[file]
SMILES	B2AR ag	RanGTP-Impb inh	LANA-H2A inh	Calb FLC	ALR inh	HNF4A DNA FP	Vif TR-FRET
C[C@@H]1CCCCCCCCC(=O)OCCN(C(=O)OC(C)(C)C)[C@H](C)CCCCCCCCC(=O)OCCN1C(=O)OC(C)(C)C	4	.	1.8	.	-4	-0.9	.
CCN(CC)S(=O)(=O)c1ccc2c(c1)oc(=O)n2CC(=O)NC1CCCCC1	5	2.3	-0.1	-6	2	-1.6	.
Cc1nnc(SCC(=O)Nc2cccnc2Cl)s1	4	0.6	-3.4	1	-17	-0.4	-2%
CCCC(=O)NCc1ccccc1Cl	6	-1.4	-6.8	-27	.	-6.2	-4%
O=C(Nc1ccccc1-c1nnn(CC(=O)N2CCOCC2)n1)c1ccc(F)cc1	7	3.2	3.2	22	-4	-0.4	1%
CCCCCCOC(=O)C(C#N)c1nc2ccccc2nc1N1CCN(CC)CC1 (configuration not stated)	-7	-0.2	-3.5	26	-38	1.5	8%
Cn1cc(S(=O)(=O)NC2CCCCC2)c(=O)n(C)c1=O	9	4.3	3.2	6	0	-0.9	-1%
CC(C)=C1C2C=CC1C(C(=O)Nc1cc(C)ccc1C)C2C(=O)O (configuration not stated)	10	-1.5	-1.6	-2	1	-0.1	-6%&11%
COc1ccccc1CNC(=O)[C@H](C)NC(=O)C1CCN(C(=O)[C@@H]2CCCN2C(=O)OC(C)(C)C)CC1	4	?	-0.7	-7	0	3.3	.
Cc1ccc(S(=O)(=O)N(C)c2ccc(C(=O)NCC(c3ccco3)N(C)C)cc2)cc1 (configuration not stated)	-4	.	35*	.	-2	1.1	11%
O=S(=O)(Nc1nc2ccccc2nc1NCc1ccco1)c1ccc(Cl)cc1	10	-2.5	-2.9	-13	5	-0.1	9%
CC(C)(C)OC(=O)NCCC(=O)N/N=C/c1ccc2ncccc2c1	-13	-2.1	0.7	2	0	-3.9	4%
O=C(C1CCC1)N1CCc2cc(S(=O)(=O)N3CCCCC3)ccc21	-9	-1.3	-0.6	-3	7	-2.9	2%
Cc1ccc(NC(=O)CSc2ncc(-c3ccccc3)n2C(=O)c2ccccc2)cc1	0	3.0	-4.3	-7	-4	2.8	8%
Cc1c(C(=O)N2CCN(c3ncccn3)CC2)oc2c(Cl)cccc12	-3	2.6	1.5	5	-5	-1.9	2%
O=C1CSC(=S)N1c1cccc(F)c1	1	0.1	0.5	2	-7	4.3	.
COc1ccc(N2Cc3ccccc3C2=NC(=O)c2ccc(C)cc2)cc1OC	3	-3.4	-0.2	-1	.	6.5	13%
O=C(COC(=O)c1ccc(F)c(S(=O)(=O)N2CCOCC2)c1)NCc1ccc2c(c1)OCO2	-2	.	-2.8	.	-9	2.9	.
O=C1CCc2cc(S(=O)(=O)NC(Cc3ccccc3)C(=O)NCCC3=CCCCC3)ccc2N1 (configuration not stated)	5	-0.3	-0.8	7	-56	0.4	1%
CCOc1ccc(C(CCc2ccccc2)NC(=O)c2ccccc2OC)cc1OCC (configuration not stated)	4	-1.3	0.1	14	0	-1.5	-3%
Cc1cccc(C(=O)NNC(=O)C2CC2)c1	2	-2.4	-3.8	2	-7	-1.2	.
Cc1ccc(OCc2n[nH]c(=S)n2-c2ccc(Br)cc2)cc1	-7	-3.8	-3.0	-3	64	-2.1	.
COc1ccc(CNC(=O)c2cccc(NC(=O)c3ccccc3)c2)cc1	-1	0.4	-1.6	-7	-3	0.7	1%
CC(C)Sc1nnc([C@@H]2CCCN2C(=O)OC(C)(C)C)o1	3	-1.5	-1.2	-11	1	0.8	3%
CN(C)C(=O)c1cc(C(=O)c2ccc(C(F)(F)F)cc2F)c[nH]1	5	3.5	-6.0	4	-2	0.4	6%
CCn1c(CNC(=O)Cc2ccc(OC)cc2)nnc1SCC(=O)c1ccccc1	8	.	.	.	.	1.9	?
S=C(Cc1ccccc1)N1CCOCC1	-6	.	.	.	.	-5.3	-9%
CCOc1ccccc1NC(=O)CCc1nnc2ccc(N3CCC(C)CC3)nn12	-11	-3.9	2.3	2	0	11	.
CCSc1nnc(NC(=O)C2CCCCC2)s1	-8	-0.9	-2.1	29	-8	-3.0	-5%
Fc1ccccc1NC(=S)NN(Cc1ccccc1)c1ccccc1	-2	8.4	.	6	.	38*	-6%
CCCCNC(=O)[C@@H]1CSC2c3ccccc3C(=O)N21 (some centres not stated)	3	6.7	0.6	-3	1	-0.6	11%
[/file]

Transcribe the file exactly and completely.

SMILES	B2AR ag	RanGTP-Impb inh	LANA-H2A inh	Calb FLC	ALR inh	HNF4A DNA FP	Vif TR-FRET
C[C@@H]1CCCCCCCCC(=O)OCCN(C(=O)OC(C)(C)C)[C@H](C)CCCCCCCCC(=O)OCCN1C(=O)OC(C)(C)C	4	.	1.8	.	-4	-0.9	.
CCN(CC)S(=O)(=O)c1ccc2c(c1)oc(=O)n2CC(=O)NC1CCCCC1	5	2.3	-0.1	-6	2	-1.6	.
Cc1nnc(SCC(=O)Nc2cccnc2Cl)s1	4	0.6	-3.4	1	-17	-0.4	-2%
CCCC(=O)NCc1ccccc1Cl	6	-1.4	-6.8	-27	.	-6.2	-4%
O=C(Nc1ccccc1-c1nnn(CC(=O)N2CCOCC2)n1)c1ccc(F)cc1	7	3.2	3.2	22	-4	-0.4	1%
CCCCCCOC(=O)C(C#N)c1nc2ccccc2nc1N1CCN(CC)CC1 (configuration not stated)	-7	-0.2	-3.5	26	-38	1.5	8%
Cn1cc(S(=O)(=O)NC2CCCCC2)c(=O)n(C)c1=O	9	4.3	3.2	6	0	-0.9	-1%
CC(C)=C1C2C=CC1C(C(=O)Nc1cc(C)ccc1C)C2C(=O)O (configuration not stated)	10	-1.5	-1.6	-2	1	-0.1	-6%&11%
COc1ccccc1CNC(=O)[C@H](C)NC(=O)C1CCN(C(=O)[C@@H]2CCCN2C(=O)OC(C)(C)C)CC1	4	?	-0.7	-7	0	3.3	.
Cc1ccc(S(=O)(=O)N(C)c2ccc(C(=O)NCC(c3ccco3)N(C)C)cc2)cc1 (configuration not stated)	-4	.	35*	.	-2	1.1	11%
O=S(=O)(Nc1nc2ccccc2nc1NCc1ccco1)c1ccc(Cl)cc1	10	-2.5	-2.9	-13	5	-0.1	9%
CC(C)(C)OC(=O)NCCC(=O)N/N=C/c1ccc2ncccc2c1	-13	-2.1	0.7	2	0	-3.9	4%
O=C(C1CCC1)N1CCc2cc(S(=O)(=O)N3CCCCC3)ccc21	-9	-1.3	-0.6	-3	7	-2.9	2%
Cc1ccc(NC(=O)CSc2ncc(-c3ccccc3)n2C(=O)c2ccccc2)cc1	0	3.0	-4.3	-7	-4	2.8	8%
Cc1c(C(=O)N2CCN(c3ncccn3)CC2)oc2c(Cl)cccc12	-3	2.6	1.5	5	-5	-1.9	2%
O=C1CSC(=S)N1c1cccc(F)c1	1	0.1	0.5	2	-7	4.3	.
COc1ccc(N2Cc3ccccc3C2=NC(=O)c2ccc(C)cc2)cc1OC	3	-3.4	-0.2	-1	.	6.5	13%
O=C(COC(=O)c1ccc(F)c(S(=O)(=O)N2CCOCC2)c1)NCc1ccc2c(c1)OCO2	-2	.	-2.8	.	-9	2.9	.
O=C1CCc2cc(S(=O)(=O)NC(Cc3ccccc3)C(=O)NCCC3=CCCCC3)ccc2N1 (configuration not stated)	5	-0.3	-0.8	7	-56	0.4	1%
CCOc1ccc(C(CCc2ccccc2)NC(=O)c2ccccc2OC)cc1OCC (configuration not stated)	4	-1.3	0.1	14	0	-1.5	-3%
Cc1cccc(C(=O)NNC(=O)C2CC2)c1	2	-2.4	-3.8	2	-7	-1.2	.
Cc1ccc(OCc2n[nH]c(=S)n2-c2ccc(Br)cc2)cc1	-7	-3.8	-3.0	-3	64	-2.1	.
COc1ccc(CNC(=O)c2cccc(NC(=O)c3ccccc3)c2)cc1	-1	0.4	-1.6	-7	-3	0.7	1%
CC(C)Sc1nnc([C@@H]2CCCN2C(=O)OC(C)(C)C)o1	3	-1.5	-1.2	-11	1	0.8	3%
CN(C)C(=O)c1cc(C(=O)c2ccc(C(F)(F)F)cc2F)c[nH]1	5	3.5	-6.0	4	-2	0.4	6%
CCn1c(CNC(=O)Cc2ccc(OC)cc2)nnc1SCC(=O)c1ccccc1	8	.	.	.	.	1.9	?
S=C(Cc1ccccc1)N1CCOCC1	-6	.	.	.	.	-5.3	-9%
CCOc1ccccc1NC(=O)CCc1nnc2ccc(N3CCC(C)CC3)nn12	-11	-3.9	2.3	2	0	11	.
CCSc1nnc(NC(=O)C2CCCCC2)s1	-8	-0.9	-2.1	29	-8	-3.0	-5%
Fc1ccccc1NC(=S)NN(Cc1ccccc1)c1ccccc1	-2	8.4	.	6	.	38*	-6%
CCCCNC(=O)[C@@H]1CSC2c3ccccc3C(=O)N21 (some centres not stated)	3	6.7	0.6	-3	1	-0.6	11%